China has shut down as many as 290 websites violating copyright. In addition, fines have also been imposed over illegal download of content including movies and games.

Recently, the National Copyright Administration of China (NCAC) announced the authorities dealt with 514 cases of online copyright infringement between July and November this year. According to the government, a total of 290 websites, associated with internet piracy, were shut down, reports TorrentFreak.

On 12 July, the State Copyright Administration and four other departments launched Jian Wang 2016 to clamp down on intellectual property infringement. The programme targeted "unauthorised illegal spread" of film and television works, news and other digital literature to protect the rights of copyright holders. It was also aimed at regulating online music and cloud storage services.

"The State Copyright Administration has also supervised four batches of a total of 31 cases of copyright infringement, granting subsidies to local cases of more than 1.5 million yuan ($216,000)," said the Administration.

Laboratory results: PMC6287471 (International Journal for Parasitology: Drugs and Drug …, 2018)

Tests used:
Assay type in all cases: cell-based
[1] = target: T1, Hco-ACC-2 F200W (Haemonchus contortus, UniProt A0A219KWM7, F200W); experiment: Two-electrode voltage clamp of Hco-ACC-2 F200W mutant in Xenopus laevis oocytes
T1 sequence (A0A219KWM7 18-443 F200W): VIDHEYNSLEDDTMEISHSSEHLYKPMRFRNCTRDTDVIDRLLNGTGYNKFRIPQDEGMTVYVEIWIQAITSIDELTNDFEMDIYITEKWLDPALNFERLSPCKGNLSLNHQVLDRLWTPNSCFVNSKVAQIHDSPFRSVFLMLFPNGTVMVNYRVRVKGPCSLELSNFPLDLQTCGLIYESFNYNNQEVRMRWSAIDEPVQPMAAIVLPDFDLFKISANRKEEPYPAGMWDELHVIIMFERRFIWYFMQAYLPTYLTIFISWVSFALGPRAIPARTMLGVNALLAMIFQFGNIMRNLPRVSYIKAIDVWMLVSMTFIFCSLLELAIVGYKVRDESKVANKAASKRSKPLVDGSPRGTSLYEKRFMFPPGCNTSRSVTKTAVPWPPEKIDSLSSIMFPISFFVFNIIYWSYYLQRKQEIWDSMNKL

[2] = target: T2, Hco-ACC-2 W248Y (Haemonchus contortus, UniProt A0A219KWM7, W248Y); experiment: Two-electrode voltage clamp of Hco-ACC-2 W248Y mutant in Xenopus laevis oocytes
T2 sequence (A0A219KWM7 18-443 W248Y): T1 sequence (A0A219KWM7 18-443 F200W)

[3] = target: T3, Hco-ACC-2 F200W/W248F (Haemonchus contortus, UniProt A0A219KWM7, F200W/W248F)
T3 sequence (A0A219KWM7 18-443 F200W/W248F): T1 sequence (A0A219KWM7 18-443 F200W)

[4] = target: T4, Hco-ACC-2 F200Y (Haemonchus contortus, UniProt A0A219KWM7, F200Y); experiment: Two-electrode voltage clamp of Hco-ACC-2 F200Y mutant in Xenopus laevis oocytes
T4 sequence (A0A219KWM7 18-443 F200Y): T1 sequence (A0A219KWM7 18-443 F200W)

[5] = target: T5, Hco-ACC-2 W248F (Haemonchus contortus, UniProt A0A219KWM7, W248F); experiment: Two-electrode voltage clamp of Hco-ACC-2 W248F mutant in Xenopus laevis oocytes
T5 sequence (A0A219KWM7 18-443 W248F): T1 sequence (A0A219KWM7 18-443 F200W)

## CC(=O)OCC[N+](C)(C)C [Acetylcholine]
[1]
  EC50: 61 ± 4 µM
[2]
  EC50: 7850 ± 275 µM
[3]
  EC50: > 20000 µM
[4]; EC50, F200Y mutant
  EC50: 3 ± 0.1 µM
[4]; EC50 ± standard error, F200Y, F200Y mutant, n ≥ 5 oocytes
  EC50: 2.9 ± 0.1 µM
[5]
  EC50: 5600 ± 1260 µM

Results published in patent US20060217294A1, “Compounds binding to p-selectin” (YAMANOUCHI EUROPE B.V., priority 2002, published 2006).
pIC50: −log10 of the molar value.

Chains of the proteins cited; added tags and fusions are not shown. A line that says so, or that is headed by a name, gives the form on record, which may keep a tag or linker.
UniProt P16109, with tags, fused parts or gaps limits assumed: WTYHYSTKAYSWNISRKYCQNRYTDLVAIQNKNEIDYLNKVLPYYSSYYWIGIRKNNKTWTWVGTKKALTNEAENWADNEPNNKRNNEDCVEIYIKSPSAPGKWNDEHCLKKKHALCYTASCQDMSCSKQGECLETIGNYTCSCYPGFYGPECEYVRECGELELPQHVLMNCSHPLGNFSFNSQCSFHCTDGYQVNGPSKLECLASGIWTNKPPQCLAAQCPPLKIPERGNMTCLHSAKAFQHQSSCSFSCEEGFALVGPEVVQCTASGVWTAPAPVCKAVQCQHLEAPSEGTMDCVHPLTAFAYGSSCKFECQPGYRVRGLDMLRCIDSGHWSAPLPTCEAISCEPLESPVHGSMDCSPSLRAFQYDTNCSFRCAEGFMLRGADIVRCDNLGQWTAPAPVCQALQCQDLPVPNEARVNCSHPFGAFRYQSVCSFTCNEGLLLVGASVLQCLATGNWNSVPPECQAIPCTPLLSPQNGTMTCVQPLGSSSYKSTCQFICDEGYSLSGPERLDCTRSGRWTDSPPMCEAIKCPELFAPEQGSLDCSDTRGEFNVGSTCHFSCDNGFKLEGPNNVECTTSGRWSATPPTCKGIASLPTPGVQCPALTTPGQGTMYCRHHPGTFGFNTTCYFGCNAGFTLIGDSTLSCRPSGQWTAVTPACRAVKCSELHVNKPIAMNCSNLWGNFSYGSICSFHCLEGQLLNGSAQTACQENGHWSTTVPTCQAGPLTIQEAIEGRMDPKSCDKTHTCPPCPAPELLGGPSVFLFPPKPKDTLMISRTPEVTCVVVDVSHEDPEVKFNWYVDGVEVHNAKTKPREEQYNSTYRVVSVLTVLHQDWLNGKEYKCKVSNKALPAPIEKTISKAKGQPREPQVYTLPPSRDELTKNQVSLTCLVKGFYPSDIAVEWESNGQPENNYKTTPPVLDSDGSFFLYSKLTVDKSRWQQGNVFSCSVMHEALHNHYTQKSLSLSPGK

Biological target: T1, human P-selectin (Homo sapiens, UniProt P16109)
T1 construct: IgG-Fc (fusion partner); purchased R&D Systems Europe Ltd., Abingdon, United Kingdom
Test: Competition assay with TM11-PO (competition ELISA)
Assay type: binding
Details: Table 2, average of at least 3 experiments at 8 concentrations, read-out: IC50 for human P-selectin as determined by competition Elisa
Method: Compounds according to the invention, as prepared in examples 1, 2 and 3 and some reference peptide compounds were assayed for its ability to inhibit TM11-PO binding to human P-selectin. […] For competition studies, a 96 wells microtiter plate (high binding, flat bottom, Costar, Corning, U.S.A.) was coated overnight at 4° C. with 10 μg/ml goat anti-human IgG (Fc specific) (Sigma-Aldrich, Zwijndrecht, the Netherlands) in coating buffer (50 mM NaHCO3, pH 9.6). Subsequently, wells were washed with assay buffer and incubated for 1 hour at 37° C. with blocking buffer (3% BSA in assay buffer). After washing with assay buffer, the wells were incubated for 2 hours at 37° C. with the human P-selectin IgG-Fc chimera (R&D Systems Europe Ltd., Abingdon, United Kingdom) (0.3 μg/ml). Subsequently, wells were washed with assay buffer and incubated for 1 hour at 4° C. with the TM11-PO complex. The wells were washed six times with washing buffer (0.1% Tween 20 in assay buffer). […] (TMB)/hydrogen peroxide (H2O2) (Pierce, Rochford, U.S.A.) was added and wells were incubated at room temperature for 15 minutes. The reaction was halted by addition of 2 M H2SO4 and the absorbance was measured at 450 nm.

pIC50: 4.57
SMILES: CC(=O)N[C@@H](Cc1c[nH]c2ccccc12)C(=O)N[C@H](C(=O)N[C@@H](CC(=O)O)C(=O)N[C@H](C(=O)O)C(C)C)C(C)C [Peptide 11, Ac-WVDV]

"At home and abroad, Jian Wang 2016 has had a very good effect. The initial results of copyright management on the Internet has greatly improved the environment for copyright and laid good foundations for further action," it added.

In October, China's leading internet security company, Qihoo 360, said it would cease offering accounts to private citizens as the service being used to spread pirated content and other "illegal information" which inflicted "huge harm on society".

The government said in a statement that Qihoo 360 will wipe all user data by February 2017 to reflect how much importance the "360 group of companies' attach to the protection of copyright works."

In the latest "Out-of-Cycle review of Notorious markets," the US Trade Representative (USTR) mentioned China's link with a number of sites that offer pirated content, including BeeVideo, according to TorrentFreak.

"BeeVideo is an application that facilitates the viewing of allegedly infringing movies and television shows on smart TVs through set-top boxes, and on mobile devices," the USTR said.

"The app is available through the BeeVideo.tv website portal. BeeVideo has been downloaded more than 12 million times and once downloaded allegedly provides unlimited unauthorized access to infringing content. The developer and operator of BeeVideo is allegedly based in China," it said.